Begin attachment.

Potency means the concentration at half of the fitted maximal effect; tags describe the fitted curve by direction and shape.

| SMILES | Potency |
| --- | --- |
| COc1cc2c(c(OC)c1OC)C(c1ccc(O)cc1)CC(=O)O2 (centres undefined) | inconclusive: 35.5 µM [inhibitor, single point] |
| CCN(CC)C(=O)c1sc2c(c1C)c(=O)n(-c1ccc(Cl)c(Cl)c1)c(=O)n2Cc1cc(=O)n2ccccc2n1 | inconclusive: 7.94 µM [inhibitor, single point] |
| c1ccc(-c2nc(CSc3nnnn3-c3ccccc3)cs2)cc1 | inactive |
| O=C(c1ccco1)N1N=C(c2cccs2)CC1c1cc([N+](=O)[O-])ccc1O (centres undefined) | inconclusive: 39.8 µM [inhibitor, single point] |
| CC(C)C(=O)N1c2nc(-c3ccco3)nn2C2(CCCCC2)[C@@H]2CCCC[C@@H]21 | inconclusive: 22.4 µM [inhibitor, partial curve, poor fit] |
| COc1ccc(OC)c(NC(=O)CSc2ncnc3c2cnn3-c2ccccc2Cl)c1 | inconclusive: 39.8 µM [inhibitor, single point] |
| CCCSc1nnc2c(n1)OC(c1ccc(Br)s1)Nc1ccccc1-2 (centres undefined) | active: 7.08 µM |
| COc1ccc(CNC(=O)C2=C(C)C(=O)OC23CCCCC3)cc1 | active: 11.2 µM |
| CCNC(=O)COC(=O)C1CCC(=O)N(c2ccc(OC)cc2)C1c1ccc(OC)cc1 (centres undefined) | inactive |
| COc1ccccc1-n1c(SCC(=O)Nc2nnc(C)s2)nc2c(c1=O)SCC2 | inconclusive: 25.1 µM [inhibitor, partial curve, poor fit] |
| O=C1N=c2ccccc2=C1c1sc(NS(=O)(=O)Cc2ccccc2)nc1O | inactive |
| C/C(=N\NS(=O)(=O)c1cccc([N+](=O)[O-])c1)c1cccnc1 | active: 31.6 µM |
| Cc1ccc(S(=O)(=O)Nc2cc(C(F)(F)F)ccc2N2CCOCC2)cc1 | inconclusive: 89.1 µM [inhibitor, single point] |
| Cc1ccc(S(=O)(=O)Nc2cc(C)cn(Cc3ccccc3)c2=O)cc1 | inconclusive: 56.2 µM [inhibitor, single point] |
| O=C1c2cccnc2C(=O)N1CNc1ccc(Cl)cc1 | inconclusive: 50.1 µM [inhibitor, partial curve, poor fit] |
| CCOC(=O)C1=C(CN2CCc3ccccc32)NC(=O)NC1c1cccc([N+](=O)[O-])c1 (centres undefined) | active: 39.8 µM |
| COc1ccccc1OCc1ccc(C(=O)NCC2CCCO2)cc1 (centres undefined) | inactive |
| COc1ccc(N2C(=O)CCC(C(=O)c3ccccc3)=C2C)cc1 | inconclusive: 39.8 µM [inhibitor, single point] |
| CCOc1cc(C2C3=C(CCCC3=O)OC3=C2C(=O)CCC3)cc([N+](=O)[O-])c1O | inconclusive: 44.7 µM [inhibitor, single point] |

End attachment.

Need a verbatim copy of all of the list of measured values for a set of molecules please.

Potency means the concentration at half of the fitted maximal effect; tags describe the fitted curve by direction and shape.

| SMILES | Potency |
| --- | --- |
| COc1cc2c(c(OC)c1OC)C(c1ccc(O)cc1)CC(=O)O2 (centres undefined) | inconclusive: 35.5 µM [inhibitor, single point] |
| CCN(CC)C(=O)c1sc2c(c1C)c(=O)n(-c1ccc(Cl)c(Cl)c1)c(=O)n2Cc1cc(=O)n2ccccc2n1 | inconclusive: 7.94 µM [inhibitor, single point] |
| c1ccc(-c2nc(CSc3nnnn3-c3ccccc3)cs2)cc1 | inactive |
| O=C(c1ccco1)N1N=C(c2cccs2)CC1c1cc([N+](=O)[O-])ccc1O (centres undefined) | inconclusive: 39.8 µM [inhibitor, single point] |
| CC(C)C(=O)N1c2nc(-c3ccco3)nn2C2(CCCCC2)[C@@H]2CCCC[C@@H]21 | inconclusive: 22.4 µM [inhibitor, partial curve, poor fit] |
| COc1ccc(OC)c(NC(=O)CSc2ncnc3c2cnn3-c2ccccc2Cl)c1 | inconclusive: 39.8 µM [inhibitor, single point] |
| CCCSc1nnc2c(n1)OC(c1ccc(Br)s1)Nc1ccccc1-2 (centres undefined) | active: 7.08 µM |
| COc1ccc(CNC(=O)C2=C(C)C(=O)OC23CCCCC3)cc1 | active: 11.2 µM |
| CCNC(=O)COC(=O)C1CCC(=O)N(c2ccc(OC)cc2)C1c1ccc(OC)cc1 (centres undefined) | inactive |
| COc1ccccc1-n1c(SCC(=O)Nc2nnc(C)s2)nc2c(c1=O)SCC2 | inconclusive: 25.1 µM [inhibitor, partial curve, poor fit] |
| O=C1N=c2ccccc2=C1c1sc(NS(=O)(=O)Cc2ccccc2)nc1O | inactive |
| C/C(=N\NS(=O)(=O)c1cccc([N+](=O)[O-])c1)c1cccnc1 | active: 31.6 µM |
| Cc1ccc(S(=O)(=O)Nc2cc(C(F)(F)F)ccc2N2CCOCC2)cc1 | inconclusive: 89.1 µM [inhibitor, single point] |
| Cc1ccc(S(=O)(=O)Nc2cc(C)cn(Cc3ccccc3)c2=O)cc1 | inconclusive: 56.2 µM [inhibitor, single point] |
| O=C1c2cccnc2C(=O)N1CNc1ccc(Cl)cc1 | inconclusive: 50.1 µM [inhibitor, partial curve, poor fit] |
| CCOC(=O)C1=C(CN2CCc3ccccc32)NC(=O)NC1c1cccc([N+](=O)[O-])c1 (centres undefined) | active: 39.8 µM |
| COc1ccccc1OCc1ccc(C(=O)NCC2CCCO2)cc1 (centres undefined) | inactive |
| COc1ccc(N2C(=O)CCC(C(=O)c3ccccc3)=C2C)cc1 | inconclusive: 39.8 µM [inhibitor, single point] |
| CCOc1cc(C2C3=C(CCCC3=O)OC3=C2C(=O)CCC3)cc([N+](=O)[O-])c1O | inconclusive: 44.7 µM [inhibitor, single point] |